What it comes to is that the film all looks underexposed and shadow detail is often lacking, even with overexposing the expired film by one stop.  The better-exposed shots were ones that I took outside or near an open door, which brings up another possibility: that it just doesn’t read dim light correctly.  And of course I’m not sure how much having light sources in the frame might have affected exposure as well. When there is too much light the shutter won’t fire, so there were times I missed shots because of this, going from one part of the church to the other where the light changed too drastically.  After having used shutter priority with the Canon AE-1 I find it much more freeing setting at 1/60 and having the lens stop down as much as needed, it made it easy to set and forget whereas with the aperture priority I was forever worrying about whether the aperture I had it on would make the shutter speed too slow.  It was more an unfounded fear as nearly everything doesn’t show motion blur but I also wanted to give myself as much depth of field as possible because the lens would be focusing in the opposite direction from what I’m used to.  What it boils down to is that I was using a camera that is now unfamiliar to me after having shot Pentax and Nikon for most of the last decade and more.  I don’t know that I will use it much or ever again for that matter but being a family heirloom like my grandfather’s cameras I of course can’t let it go.

A photographic time capsule

This was the single-use camera that someone found and gave to me.  I used up the last few exposures and then I just never got around to developing the film.  It turned out to be from 2017, I know because in the first image on the left is a cowboy named Twister who has since gone on to bigger and better things.  It was also nice to see a pic of myself in action, this is a shot I’ve gotten of a couple drivers in the past.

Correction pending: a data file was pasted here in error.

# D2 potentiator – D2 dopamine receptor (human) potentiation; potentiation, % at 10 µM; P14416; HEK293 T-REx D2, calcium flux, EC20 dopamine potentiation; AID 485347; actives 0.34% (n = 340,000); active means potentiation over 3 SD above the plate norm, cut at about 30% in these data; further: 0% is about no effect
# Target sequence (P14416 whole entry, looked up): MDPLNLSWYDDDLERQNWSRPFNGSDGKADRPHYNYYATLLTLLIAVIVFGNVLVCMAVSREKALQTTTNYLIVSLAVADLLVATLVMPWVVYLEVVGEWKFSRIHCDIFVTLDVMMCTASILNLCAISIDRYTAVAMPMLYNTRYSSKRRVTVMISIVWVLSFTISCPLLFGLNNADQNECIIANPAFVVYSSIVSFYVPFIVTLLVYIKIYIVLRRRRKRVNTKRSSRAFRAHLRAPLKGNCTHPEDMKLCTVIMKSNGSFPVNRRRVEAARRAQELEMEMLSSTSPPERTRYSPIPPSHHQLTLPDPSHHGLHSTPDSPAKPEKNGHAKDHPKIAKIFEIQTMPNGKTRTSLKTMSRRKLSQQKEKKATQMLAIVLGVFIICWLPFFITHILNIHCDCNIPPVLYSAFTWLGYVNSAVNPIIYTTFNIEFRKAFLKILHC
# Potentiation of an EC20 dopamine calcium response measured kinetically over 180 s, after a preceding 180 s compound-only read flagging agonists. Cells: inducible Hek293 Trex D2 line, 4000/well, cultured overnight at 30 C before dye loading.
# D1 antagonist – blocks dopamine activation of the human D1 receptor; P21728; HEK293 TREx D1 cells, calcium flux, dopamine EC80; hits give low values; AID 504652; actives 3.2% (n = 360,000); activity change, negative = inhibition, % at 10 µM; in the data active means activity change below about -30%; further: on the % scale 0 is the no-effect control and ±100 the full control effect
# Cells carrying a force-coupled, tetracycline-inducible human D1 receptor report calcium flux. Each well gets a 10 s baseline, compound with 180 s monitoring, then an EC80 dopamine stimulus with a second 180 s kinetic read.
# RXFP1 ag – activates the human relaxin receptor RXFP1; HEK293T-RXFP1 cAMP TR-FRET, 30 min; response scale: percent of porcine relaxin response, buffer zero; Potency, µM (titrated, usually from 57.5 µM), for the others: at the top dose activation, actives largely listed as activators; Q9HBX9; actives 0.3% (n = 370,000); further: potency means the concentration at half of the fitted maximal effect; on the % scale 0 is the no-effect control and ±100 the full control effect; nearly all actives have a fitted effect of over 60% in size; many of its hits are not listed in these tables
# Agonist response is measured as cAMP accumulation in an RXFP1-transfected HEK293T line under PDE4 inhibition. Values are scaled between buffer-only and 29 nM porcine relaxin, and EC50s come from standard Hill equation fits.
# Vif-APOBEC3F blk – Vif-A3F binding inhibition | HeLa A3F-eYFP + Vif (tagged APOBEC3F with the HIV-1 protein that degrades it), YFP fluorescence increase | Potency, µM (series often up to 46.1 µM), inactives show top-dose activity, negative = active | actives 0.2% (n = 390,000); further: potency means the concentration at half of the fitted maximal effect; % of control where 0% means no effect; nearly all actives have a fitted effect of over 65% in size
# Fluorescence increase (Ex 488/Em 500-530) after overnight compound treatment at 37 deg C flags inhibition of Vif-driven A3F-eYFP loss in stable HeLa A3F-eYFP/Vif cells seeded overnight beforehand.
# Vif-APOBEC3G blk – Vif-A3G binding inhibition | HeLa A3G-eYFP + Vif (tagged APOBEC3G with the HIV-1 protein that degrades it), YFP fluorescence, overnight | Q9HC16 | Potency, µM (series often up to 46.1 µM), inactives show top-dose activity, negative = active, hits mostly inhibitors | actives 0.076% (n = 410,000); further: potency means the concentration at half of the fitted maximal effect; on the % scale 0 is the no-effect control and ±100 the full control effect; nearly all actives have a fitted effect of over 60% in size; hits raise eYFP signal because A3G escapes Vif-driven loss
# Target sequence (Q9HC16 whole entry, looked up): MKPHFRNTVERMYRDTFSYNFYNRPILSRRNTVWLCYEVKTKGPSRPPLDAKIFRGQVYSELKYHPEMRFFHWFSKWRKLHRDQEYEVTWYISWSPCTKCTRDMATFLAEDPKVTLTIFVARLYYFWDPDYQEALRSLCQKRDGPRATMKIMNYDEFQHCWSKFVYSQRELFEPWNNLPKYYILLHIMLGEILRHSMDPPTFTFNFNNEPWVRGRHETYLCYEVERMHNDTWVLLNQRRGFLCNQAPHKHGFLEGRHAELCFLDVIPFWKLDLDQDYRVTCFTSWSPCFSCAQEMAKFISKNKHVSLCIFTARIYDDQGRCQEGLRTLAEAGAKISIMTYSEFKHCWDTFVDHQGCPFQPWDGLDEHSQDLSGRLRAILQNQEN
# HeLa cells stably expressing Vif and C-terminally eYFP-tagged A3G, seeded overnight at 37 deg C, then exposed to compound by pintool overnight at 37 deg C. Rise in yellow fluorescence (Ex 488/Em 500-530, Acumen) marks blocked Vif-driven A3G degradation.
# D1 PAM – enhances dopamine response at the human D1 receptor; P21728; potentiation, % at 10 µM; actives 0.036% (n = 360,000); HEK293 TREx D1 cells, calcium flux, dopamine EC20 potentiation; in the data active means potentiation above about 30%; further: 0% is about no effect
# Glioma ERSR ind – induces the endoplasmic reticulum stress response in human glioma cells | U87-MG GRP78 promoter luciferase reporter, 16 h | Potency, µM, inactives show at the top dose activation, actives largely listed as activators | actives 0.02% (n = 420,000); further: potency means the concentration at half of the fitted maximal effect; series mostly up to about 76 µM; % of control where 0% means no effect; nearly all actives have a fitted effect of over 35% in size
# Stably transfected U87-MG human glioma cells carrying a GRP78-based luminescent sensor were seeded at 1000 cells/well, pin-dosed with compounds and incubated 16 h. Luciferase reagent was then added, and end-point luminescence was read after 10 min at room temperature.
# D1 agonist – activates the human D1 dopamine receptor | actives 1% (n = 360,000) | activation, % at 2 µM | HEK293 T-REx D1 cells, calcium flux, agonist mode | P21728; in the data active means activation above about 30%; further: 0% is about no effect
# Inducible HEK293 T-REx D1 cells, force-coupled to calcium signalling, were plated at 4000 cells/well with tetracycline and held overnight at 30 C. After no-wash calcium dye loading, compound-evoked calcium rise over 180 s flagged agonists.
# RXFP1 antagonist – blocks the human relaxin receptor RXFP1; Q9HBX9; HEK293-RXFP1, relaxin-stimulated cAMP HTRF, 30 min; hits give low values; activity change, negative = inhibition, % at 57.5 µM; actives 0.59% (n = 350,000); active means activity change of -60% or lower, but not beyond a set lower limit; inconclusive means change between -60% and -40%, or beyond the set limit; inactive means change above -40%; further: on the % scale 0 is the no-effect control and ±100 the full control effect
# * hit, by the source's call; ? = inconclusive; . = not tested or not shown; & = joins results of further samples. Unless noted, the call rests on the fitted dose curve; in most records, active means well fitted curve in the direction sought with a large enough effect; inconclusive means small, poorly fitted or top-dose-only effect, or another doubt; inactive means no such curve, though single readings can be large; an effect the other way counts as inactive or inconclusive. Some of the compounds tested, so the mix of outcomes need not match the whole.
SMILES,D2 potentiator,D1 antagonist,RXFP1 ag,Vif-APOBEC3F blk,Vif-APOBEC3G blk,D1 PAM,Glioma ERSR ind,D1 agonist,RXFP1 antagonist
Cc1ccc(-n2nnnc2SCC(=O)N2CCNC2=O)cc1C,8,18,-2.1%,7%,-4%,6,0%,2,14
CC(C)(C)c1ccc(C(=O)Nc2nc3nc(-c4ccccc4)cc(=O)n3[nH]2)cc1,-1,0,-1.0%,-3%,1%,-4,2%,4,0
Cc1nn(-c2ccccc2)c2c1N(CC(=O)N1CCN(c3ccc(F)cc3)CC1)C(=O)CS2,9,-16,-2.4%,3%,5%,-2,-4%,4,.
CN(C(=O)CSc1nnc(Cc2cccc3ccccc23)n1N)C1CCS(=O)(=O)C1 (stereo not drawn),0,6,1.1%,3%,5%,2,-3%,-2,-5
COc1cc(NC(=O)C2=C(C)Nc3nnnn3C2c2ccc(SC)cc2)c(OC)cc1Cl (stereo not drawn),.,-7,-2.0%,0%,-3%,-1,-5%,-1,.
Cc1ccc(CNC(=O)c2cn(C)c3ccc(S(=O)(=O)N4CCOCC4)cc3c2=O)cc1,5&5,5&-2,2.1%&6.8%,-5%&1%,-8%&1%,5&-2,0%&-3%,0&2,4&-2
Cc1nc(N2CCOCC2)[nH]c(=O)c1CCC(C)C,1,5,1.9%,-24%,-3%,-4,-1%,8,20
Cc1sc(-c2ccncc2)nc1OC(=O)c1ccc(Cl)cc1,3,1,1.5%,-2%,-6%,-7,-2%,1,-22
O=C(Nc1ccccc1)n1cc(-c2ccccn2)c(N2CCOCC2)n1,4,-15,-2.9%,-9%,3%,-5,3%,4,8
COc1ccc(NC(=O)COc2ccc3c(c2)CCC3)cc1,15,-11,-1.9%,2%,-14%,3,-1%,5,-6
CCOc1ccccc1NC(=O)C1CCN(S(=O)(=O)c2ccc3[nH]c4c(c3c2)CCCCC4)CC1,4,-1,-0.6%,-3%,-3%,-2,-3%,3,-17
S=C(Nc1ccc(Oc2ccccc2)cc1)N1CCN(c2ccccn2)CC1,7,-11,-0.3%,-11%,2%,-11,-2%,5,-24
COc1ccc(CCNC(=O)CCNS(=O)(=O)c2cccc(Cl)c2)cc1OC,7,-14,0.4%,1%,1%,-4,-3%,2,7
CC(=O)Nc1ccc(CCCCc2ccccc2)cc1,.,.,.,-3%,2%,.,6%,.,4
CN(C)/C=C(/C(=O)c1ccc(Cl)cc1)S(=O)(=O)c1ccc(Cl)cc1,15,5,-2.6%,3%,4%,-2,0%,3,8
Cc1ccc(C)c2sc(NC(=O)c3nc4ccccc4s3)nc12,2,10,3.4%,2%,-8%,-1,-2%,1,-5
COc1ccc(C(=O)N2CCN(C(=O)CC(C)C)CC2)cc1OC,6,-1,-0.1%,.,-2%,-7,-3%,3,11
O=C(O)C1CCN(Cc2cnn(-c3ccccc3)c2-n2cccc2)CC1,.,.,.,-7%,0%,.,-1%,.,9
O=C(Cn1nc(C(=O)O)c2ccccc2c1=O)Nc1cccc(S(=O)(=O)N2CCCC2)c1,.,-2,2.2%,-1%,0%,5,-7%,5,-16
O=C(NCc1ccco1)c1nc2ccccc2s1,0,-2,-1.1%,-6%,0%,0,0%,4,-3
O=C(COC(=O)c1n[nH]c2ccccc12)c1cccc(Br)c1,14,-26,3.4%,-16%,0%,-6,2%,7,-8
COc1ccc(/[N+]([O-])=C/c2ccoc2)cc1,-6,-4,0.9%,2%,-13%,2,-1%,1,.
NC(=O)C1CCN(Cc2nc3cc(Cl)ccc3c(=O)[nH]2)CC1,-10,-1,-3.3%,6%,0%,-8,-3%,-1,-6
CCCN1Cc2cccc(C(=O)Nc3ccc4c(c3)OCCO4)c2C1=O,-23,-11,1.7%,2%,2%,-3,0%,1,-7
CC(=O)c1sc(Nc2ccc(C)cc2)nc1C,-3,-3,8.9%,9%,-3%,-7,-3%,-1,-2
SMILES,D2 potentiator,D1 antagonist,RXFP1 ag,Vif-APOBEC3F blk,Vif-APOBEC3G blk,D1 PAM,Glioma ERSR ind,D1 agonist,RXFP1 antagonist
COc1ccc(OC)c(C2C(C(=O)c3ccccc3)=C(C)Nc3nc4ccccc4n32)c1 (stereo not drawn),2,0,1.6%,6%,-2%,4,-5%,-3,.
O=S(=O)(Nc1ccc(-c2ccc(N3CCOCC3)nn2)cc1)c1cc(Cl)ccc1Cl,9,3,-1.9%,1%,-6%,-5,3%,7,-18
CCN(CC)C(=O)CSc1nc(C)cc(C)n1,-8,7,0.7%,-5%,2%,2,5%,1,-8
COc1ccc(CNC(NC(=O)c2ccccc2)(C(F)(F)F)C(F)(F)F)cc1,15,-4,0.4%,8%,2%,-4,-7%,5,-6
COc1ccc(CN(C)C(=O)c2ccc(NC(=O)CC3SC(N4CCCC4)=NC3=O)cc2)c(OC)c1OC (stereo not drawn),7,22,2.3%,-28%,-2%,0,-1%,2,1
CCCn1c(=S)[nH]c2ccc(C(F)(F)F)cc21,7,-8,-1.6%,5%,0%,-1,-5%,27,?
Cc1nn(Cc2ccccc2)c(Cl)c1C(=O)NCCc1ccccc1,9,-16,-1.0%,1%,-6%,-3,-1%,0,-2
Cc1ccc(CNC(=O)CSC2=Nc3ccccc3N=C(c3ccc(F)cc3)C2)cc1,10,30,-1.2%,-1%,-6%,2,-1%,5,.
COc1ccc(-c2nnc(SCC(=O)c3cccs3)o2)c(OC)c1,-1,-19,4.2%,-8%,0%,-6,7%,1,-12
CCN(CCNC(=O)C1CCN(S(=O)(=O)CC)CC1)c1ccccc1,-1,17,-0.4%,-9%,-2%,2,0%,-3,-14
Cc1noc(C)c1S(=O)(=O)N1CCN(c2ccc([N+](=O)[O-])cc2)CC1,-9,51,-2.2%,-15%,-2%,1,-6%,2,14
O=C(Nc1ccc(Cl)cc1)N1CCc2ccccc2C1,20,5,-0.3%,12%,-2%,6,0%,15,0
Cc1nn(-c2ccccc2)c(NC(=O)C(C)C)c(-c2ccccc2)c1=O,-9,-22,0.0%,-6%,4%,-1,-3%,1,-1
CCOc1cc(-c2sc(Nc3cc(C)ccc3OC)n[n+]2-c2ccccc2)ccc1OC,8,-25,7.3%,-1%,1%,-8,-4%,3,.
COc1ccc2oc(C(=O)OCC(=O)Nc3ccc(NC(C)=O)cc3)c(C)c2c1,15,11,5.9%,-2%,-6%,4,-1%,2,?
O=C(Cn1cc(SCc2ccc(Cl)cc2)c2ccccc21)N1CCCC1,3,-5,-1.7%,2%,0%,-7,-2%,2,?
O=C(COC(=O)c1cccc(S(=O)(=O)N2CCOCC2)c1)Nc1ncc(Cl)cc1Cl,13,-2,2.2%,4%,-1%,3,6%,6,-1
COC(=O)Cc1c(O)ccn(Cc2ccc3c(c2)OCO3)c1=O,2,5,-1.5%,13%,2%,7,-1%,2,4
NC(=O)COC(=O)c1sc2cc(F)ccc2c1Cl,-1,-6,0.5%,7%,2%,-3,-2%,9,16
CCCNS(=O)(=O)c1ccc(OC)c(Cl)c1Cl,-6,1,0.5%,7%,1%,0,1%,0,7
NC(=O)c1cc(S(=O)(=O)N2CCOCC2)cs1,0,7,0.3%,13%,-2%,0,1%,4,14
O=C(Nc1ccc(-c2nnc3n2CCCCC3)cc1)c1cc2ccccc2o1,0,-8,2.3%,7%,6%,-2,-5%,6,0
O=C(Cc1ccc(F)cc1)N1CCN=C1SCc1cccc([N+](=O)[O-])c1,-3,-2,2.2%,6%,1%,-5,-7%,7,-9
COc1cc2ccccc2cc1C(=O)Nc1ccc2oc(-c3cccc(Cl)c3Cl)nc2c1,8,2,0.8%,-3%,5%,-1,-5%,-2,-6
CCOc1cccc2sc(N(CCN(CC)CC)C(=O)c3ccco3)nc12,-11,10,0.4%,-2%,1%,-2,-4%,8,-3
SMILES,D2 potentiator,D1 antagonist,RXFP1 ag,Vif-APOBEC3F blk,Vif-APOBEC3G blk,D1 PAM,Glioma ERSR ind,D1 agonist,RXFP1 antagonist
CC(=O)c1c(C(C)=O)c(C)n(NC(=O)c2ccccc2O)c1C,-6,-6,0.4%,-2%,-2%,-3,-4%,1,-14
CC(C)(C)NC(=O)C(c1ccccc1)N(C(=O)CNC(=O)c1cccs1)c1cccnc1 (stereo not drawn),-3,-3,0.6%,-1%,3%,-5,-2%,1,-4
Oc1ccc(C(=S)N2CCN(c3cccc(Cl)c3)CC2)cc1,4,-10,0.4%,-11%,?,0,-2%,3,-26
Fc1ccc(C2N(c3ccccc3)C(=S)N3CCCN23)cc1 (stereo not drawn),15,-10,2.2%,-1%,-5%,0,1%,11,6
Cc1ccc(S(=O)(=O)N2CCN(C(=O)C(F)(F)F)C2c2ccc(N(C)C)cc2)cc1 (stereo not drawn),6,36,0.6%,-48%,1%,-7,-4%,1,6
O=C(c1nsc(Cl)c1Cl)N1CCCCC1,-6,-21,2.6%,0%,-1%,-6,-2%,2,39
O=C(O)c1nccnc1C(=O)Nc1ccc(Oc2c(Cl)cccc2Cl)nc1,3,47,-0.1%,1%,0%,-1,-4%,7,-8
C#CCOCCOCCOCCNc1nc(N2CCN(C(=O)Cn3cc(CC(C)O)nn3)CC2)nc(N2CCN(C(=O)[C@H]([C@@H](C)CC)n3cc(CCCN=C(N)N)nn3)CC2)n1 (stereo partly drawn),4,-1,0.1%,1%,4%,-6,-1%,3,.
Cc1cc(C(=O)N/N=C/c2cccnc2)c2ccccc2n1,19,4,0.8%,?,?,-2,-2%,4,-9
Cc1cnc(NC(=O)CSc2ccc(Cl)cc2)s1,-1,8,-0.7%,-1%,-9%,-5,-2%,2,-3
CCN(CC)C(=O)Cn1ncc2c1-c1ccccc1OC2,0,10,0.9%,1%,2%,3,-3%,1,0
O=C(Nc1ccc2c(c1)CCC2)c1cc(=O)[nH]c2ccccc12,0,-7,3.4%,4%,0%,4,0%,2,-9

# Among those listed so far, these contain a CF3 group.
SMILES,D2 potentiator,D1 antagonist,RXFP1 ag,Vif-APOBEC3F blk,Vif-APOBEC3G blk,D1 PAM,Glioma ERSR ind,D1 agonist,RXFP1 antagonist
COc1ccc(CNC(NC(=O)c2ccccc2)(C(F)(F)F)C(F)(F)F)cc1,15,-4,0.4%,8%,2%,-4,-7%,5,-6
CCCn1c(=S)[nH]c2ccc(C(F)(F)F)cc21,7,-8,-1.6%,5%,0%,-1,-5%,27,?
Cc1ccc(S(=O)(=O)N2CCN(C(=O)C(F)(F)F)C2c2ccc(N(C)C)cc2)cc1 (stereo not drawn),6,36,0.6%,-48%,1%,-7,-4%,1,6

I’d say that this roll of film aged a bit better than the last one I found, but it is quite a lot newer.  I wouldn’t call these stunning images at all but it was a nice surprise to see what was on this roll of film because at this point I didn’t even remember taking these.

The end of FujiFILM?

I used to love Fujifilm, and during my early years as a photographer I was shooting Fujicolor 200, Superia 400, and Velvia 100 if I shot color at all.  But if the rumor mill is correct, Fuji might not be making any more film, ever.  We’ve all known that Acros II was being manufactured by Ilford and I’ve read recent news that Fujicolor 200’s new data sheet is eerily similar to Kodak Gold 200’s, inviting speculation that it is now just rebranded Kodak film.  Fuji shut down their film production plant in 2020 during the start of COVID-19 and it’s anybody’s guess whether it will ever reopen.  Knowing how Fuji has continuously axed one film after another over the last decade I think that it’s entirely possible that Fuji’s brilliant colors have finally faded.

Why I loved Fuji Superia
Why I loved Fuji Velvia & Provia

Reading Jim Grey’s tribute to his favorite film made me want to do the same but the fact is that I haven’t shot it much since those two posts above.  And I don’t think I’m going to continue to support a company that stopped supporting me a long time ago.  Unless something radically changes at Fuji with regards to their attitude toward their photographic film business it will be Kodak for me, thank you.